We meet with all our peer group members midyear. Our goal is to assess how everyone is doing and help everyone gear up for a strong Q3 and beyond.

(Photo: maxkabakov/iStock / Getty Images Plus/Getty Images)

(Photo: maxkabakov/iStock / Getty Images Plus/Getty Images)

I culled numbers from a sampling of 45 of our members from these meetings. Here is what the numbers say:


Revenue compared to budget

On average, these 45 companies beat revenue budgets by almost 1 percent. That’s good.

When we break down the numbers, we see a more nuanced outlook.

  • 55 percent of these companies are ahead of budget,
  • 45 percent are behind budget.

Note: The top firm in this sampling is beating its budget by 50 percent. Overall, I am proud to see such competence with monthly and annual budgeting and the ability to hit budgets. This is key to financial success.

Revenue compared to last year

We found 85 percent of these companies are doing better than last year, and only 15 percent are doing worse (from an earned revenue point of view). That’s encouraging.

For the whole group, revenues increased on average by 23 percent last year (with the top firm enjoying a whopping 91 percent increase). That double-digit growth is excellent, given the tentative nature of this year’s economic news.

Profit (net to owner)

First, let’s define net to owner. We look at profit combined with the owner’s salary to even out how owners may pull their income from profits vs. payroll.

Profits compared to budget

Over half (25) of the companies surveyed are ahead of their profit budgets. On average, the group of 45 companies beat their profit budgets by 70 percent. This large bump is due in part to conservative budgeting by some and to a couple of outlier companies doing exceptionally well.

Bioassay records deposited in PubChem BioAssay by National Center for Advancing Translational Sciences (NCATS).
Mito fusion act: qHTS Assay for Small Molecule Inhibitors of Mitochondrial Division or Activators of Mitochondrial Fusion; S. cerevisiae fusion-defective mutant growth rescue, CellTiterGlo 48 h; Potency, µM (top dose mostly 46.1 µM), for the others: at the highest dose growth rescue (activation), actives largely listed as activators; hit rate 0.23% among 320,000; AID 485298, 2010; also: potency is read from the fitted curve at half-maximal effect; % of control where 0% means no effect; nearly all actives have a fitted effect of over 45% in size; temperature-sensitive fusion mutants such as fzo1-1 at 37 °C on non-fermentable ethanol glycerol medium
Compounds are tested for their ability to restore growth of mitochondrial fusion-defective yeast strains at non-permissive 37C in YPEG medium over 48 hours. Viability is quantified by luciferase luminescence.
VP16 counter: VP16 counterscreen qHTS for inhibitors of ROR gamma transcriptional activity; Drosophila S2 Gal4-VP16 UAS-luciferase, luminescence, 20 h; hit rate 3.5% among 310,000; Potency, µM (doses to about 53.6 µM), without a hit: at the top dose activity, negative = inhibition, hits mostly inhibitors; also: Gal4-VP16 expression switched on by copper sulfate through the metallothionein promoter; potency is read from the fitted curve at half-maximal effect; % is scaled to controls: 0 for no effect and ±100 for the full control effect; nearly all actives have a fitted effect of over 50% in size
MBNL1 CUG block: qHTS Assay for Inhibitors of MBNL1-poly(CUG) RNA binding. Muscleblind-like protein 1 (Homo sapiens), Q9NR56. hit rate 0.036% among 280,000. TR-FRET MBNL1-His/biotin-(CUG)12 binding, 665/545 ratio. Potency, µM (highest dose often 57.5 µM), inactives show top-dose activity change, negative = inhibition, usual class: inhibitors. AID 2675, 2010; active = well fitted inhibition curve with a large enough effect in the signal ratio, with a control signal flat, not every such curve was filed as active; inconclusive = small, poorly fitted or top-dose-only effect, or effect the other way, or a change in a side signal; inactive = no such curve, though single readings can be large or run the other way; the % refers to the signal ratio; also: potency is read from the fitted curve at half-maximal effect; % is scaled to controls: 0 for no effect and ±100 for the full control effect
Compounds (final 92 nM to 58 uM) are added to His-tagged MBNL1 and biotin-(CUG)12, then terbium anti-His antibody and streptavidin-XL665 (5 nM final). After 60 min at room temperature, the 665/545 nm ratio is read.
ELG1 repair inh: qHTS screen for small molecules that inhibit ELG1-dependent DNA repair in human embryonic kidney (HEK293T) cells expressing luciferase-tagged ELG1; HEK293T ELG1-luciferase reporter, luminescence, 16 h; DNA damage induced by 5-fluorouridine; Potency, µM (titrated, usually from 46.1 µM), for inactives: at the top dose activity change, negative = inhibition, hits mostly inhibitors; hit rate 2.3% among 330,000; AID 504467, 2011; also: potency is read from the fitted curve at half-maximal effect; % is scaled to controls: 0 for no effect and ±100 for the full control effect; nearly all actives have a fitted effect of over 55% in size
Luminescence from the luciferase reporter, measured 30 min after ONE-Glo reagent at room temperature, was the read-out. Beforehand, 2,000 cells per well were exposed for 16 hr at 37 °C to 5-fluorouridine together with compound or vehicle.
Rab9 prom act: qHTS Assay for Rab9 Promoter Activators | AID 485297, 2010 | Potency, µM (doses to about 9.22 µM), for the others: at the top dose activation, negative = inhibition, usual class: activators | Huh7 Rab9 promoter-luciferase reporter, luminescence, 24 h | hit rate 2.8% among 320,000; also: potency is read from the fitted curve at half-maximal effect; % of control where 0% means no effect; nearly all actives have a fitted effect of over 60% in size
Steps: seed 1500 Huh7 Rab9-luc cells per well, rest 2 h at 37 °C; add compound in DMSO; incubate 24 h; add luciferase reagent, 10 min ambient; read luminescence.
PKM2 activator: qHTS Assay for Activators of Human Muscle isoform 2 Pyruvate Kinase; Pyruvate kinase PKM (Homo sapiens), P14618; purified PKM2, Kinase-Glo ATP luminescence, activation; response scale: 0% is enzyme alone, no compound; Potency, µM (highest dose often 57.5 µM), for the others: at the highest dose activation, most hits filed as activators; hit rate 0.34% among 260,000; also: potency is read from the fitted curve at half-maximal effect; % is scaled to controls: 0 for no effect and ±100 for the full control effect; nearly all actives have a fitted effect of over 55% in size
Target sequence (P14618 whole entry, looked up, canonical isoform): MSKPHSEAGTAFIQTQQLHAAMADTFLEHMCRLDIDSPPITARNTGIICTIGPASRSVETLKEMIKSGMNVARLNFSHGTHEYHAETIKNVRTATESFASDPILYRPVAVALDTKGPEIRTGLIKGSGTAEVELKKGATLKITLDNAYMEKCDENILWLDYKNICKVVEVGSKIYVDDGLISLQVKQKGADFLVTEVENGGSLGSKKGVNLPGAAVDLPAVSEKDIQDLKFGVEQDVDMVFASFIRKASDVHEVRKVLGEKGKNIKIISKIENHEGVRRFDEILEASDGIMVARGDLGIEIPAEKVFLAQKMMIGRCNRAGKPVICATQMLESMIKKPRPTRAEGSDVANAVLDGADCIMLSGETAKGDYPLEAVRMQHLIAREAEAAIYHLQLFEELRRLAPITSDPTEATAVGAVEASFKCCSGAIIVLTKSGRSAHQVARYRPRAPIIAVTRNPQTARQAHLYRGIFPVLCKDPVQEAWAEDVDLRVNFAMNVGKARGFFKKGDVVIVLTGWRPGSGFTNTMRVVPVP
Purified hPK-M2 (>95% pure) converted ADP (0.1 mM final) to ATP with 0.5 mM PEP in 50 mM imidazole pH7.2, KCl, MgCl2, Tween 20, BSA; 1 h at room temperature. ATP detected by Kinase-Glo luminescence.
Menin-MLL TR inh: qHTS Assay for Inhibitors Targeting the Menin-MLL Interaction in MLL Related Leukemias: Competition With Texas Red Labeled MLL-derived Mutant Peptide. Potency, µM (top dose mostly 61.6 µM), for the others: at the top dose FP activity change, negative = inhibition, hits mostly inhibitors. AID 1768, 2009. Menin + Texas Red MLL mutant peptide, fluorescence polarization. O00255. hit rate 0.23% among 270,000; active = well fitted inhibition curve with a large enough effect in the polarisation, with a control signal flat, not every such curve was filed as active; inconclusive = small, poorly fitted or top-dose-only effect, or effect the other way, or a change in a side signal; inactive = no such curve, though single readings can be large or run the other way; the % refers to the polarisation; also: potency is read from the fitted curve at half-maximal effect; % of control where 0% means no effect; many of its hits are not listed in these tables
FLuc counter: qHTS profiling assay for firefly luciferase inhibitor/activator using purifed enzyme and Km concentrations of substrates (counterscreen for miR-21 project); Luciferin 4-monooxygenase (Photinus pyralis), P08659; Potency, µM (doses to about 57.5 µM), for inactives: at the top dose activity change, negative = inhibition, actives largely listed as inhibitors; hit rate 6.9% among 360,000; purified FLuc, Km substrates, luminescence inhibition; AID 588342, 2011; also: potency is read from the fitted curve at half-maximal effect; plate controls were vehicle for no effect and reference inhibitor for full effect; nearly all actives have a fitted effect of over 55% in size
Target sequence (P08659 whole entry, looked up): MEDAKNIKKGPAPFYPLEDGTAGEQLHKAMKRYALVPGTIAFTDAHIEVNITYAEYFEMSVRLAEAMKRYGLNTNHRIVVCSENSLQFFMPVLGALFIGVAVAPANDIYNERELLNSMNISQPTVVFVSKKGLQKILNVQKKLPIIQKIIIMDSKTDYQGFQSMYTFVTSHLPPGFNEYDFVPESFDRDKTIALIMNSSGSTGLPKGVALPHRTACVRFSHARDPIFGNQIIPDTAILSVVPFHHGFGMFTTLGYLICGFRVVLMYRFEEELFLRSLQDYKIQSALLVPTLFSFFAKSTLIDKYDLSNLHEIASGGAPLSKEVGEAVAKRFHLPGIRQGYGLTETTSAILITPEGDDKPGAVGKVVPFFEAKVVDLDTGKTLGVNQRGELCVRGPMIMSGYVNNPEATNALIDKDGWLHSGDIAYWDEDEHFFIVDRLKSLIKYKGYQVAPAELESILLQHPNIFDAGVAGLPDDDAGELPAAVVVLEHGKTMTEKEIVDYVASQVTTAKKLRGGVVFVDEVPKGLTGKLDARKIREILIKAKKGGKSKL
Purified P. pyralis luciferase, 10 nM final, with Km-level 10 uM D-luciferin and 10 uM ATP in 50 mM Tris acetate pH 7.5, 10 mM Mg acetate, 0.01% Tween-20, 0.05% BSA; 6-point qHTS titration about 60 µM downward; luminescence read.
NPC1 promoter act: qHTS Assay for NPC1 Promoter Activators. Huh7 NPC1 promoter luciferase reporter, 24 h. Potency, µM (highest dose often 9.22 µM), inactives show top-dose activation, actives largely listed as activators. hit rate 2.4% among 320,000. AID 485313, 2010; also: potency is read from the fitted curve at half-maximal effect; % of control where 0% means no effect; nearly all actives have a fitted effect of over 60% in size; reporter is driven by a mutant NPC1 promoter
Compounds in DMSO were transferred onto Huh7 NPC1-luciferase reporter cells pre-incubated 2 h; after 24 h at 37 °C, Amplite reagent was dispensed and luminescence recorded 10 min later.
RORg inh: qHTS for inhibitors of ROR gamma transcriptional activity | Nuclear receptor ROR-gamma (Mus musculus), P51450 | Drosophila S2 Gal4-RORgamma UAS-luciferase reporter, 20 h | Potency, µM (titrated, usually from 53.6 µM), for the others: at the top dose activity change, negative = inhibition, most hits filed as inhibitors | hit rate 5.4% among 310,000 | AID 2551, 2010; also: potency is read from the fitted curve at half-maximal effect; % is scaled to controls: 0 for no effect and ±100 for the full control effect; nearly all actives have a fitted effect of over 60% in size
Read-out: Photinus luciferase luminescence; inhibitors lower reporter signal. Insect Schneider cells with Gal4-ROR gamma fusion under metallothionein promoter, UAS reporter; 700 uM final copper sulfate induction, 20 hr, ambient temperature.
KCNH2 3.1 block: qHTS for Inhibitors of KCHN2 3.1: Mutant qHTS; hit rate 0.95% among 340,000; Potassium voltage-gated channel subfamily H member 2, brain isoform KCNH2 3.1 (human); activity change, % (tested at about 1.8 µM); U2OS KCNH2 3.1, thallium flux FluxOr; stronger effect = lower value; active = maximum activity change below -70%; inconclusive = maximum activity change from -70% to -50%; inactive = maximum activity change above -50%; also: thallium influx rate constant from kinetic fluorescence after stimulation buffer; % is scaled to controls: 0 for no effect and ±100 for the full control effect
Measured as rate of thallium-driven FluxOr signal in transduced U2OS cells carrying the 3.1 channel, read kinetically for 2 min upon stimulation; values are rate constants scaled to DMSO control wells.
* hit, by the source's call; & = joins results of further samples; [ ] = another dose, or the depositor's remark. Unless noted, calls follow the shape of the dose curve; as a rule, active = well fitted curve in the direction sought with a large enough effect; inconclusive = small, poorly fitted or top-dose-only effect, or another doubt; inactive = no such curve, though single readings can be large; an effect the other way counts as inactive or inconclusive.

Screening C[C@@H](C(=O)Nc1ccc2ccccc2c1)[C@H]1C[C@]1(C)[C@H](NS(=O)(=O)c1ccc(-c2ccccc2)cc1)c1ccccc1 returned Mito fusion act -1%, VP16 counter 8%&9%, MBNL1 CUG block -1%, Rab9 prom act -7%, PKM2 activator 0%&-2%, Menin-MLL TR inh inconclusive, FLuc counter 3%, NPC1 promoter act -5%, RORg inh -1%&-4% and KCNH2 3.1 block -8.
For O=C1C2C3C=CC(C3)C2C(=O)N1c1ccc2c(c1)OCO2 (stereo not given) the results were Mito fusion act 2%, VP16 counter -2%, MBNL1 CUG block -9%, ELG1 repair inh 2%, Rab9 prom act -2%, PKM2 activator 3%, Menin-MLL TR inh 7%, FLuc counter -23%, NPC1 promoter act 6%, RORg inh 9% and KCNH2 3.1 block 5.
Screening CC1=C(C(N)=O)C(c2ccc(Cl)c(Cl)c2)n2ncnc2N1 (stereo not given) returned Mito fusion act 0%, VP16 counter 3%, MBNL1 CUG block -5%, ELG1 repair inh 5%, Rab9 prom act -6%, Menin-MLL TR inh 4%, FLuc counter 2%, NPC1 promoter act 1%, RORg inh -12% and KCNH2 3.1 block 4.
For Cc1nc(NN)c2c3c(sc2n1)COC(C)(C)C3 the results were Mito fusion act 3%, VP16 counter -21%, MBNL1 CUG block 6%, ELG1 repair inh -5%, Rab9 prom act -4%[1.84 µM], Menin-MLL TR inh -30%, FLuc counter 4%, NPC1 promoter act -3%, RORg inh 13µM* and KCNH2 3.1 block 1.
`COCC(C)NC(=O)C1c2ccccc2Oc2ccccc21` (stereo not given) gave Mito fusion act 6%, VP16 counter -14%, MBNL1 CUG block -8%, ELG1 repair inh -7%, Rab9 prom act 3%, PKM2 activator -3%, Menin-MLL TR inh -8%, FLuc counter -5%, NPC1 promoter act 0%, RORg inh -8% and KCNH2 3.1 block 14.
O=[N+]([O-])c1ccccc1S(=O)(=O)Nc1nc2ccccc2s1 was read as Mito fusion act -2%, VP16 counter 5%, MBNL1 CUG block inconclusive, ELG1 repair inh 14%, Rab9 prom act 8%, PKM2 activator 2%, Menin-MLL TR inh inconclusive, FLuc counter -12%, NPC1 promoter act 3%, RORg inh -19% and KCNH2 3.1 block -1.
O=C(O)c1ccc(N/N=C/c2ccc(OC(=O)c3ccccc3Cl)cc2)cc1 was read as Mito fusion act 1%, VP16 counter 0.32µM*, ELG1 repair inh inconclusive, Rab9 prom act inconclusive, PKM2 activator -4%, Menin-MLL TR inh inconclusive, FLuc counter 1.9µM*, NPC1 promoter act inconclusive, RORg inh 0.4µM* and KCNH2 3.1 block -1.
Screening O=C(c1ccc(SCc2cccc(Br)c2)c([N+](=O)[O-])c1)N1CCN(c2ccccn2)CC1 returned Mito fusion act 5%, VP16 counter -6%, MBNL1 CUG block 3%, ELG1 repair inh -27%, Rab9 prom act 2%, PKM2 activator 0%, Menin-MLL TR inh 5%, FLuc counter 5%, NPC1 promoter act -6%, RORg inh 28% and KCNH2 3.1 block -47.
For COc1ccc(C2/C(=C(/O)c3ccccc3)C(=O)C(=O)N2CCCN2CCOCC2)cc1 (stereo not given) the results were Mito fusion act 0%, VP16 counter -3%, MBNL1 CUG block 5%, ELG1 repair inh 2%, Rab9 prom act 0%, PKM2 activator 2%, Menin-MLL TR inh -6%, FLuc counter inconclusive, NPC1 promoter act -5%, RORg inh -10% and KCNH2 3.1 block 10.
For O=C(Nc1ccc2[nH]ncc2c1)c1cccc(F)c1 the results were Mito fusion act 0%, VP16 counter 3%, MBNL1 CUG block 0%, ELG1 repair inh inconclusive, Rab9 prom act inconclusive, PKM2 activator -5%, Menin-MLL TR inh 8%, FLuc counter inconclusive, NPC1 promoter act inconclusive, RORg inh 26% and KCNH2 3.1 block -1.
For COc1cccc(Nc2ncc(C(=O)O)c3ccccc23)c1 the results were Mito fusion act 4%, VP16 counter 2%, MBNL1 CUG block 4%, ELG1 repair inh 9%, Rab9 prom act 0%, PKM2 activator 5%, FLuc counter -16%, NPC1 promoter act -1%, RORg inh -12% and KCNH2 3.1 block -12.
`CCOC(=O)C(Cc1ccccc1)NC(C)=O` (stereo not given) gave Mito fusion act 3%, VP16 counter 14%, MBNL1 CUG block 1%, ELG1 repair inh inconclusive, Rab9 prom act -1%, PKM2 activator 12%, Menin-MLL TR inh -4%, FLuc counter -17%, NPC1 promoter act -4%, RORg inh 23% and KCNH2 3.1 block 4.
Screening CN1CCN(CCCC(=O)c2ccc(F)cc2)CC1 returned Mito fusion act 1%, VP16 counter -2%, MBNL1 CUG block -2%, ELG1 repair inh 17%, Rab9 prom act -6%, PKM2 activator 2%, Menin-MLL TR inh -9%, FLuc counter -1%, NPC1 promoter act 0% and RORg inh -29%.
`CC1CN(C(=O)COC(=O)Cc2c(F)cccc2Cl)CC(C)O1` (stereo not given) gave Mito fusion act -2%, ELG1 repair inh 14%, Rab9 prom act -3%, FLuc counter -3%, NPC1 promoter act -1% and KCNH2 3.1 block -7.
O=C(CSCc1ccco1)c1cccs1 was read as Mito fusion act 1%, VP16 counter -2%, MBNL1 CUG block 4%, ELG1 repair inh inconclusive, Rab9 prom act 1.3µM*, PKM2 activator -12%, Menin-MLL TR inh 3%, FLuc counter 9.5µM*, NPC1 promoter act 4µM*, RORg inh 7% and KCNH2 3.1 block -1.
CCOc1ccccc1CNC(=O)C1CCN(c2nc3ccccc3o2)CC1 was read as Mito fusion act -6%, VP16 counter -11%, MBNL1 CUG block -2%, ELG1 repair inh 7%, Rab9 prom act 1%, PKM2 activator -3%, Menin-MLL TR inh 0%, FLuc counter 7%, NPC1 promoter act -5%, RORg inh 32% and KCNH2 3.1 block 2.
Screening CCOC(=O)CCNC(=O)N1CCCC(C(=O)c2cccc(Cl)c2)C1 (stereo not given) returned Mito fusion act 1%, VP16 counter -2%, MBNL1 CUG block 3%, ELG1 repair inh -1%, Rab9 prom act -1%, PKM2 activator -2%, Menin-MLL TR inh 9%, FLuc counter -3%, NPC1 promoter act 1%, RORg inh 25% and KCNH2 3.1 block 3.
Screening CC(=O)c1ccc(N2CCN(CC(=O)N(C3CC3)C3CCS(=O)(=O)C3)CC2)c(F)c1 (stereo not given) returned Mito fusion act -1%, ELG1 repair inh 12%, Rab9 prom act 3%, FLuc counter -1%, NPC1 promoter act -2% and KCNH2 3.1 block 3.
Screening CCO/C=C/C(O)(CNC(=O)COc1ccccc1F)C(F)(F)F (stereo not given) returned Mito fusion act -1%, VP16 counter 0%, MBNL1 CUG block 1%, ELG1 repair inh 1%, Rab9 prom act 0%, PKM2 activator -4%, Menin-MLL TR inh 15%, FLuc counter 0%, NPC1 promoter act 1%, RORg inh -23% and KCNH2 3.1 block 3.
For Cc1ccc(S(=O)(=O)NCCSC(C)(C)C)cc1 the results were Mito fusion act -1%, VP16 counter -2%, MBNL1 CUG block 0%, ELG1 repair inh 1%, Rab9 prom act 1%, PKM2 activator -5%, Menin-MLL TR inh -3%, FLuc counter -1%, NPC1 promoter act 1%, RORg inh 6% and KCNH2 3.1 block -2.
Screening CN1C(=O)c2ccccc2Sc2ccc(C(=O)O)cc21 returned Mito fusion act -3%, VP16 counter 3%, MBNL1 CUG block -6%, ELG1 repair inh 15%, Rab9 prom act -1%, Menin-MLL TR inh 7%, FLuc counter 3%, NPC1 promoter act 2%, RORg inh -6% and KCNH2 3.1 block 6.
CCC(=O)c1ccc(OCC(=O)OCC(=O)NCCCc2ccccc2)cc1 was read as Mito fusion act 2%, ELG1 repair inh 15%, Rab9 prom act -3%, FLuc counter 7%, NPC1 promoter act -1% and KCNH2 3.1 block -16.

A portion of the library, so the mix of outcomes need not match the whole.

Profits compared to last year

The group average shows an overall 20 percent profit improvement over last year. That is strong! As we dive into the numbers, we see 64 percent of the companies see more profits compared to last year, while 36 percent are equal or are behind last year’s numbers.

Sales and marketing

I’m hearing a mixed bag with typical job sizes and lead flow. Some report strong lead volume and sales, and others report lags.

On average, leads seem less strong than just a couple of years ago but still strong compared with the pre-pandemic years. Backlogs seem to shrink, although some companies book deep into 2024. Others report a 1-3 month backlog.

As you can see, it’s a mixed bag, with a current undertone of caution in parts of the country. When in doubt, talk to planners and builders as they can see the future.

Your challenge: finishing the year strong

  • Half the battle is starting the year strong. But the past is the past.
  • Now you have to finish strong.
  • Ensure your proposals reflect the actual cost of goods.
  • Track revenue vs. expenses accurately (as earned, not invoiced).
  • Share monthly results with the team so everyone can be part of achieving a strong Q3 and Q4.

Increase motivation

The biggest motivation you can supply your team is information.

The more you remove uncertainty and empower them with information to make decisions, the more motivated they will be!

Beyond that, watch all costs as it fluctuates the rest of the year. Look also at overhead expenses as it can be sneaky.

P.S. If you want to learn more about my high-impact peer groups, visit

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Jeffrey Scott

About the Author:

Jeffrey Scott, MBA, author, specializes in growth and profit maximization in the Green Industry. His expertise is rooted in his personal success, growing his own company into a $10 million enterprise. Now, he facilitates the Leader’s Edge peer group for landscape business owners—members achieve a 27 percent profit increase in their first year. To learn more visit

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